Delirium is one of the oldest forms of mental disorder known in medical history. It is also one of the least understood and recognized, according to Donna Fick, professor of nursing at Penn State. That misunderstanding can result in devastating consequences for elderly hospital patients, particularly those with dementia.
Fick and her colleague Ann Kolanowski, the Elouise Ross Eberly professor of nursing and director of the Hartford Center of Geriatric Nursing Excellence at Penn State, are attempting to shed light on the condition and to better equip hospital nurses to recognize and manage it when it occurs.
In medical terms, delirium is an acute state of confusion that can result from certain diseases, drug reactions and other causes. It is a reversible change in mental status that occurs in more than 40 percent of people with dementia. Though delirium commonly occurs in elderly hospital patients, it often goes undetected by health care professionals. This can lead to overmedication, falls or other complications including, in some cases, death.
When patients with dementia have an acute change in cognition, it may be missed, mislabeled or misattributed to dementia alone, Fick explains.
Fick is leading a five-year, $2.7 million study funded by the National Institutes of Health aimed at improving early nurse detection and care of patients experiencing delirium superimposed on dementia. The goal is to provide hospitals with the tools to better manage this condition and ultimately improve patient outcomes, which could include resolving the delirium in a shorter time, or increasing use of nondrug approaches in patient care.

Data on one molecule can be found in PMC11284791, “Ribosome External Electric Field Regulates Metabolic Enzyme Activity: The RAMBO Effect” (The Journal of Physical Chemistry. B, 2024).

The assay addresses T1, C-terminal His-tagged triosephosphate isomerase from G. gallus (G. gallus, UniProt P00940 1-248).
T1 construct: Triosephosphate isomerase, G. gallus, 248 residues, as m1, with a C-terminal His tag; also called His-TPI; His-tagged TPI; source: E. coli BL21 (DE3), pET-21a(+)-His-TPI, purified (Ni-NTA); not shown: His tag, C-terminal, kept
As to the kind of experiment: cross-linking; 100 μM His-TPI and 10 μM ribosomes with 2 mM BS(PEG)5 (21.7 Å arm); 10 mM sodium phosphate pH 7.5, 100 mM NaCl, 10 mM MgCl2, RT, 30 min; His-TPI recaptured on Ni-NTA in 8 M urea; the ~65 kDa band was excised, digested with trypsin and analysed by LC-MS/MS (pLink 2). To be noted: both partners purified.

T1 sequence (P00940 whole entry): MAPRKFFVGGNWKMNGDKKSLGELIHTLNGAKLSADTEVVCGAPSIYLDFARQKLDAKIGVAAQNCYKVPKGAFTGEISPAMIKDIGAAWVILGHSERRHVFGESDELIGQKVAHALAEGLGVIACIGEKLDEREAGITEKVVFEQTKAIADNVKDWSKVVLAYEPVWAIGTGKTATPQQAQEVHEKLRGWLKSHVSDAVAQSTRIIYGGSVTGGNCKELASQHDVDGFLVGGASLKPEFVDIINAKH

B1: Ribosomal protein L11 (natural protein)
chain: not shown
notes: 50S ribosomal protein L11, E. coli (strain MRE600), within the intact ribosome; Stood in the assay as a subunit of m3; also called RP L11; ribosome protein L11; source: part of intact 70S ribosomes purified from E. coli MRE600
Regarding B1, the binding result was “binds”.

Ficks study is a clinical trial that involves nursing rounds of carefully selected acute-care patients in the medical-surgical units of three medical centers, including Mount Nittany Medical Center. Led by a unit champion a staff nurse designated to implement and promote the study methods nurses are educated to look for signs of delirium in patients.
Nurses are essential to early detection, as they are at the bedside and are often the first health professionals to observe changes in patients mental status, Fick notes.
Another component of the study is a computerized decision support system with targeted screens for assessment, detection and modules for managing delirium symptoms. These may include enhancing sleep, getting patients out of bed, using sensory devices such as listening amplifiers and providing therapeutic touch and relaxing music.
The first course of action should not be to medicate a delirious patient with a sedative or psychoactive drug if a medical condition, such as pneumonia or infection, is causing the increased confusion, says Fick. Earlier nurse recognition and assessment of the potential causes of delirium are crucial to improving care for these patients.
In another study, Fick and Kolanowski are testing the effectiveness of cognitive stimulation in the form of recreational activities for resolving DSD. That five-year study, funded by a $2.4 million NIH grant, is being conducted in Pennsylvania nursing homes and rehabilitation centers, including Brookline, Centre Crest, Hearthside Rehabilitation and Nursing Center, and Windy Hill Village.
The purpose of the study is to find ways to help those experiencing delirium to recover more quickly, so they regain their health and return to more active lives, Kolanowski explains. We draw on participants inherent mental capacities by engaging them in simple but intellectually stimulating mental tasks. These may include puzzles, word searches, and games such as Name That Tune.
We are trying to find ways to help older adults who experience confusion to return to their homes and routines as soon as possible, Kolanowski says. Besides reducing their risk factors, one of the best ways to do this is to stimulate their minds. This is the kind of collaborative research that has the potential to improve health outcomes for older adults across the nation.
Beverly Molnar is a marketing communications specialist for the School of Nursing at Penn State.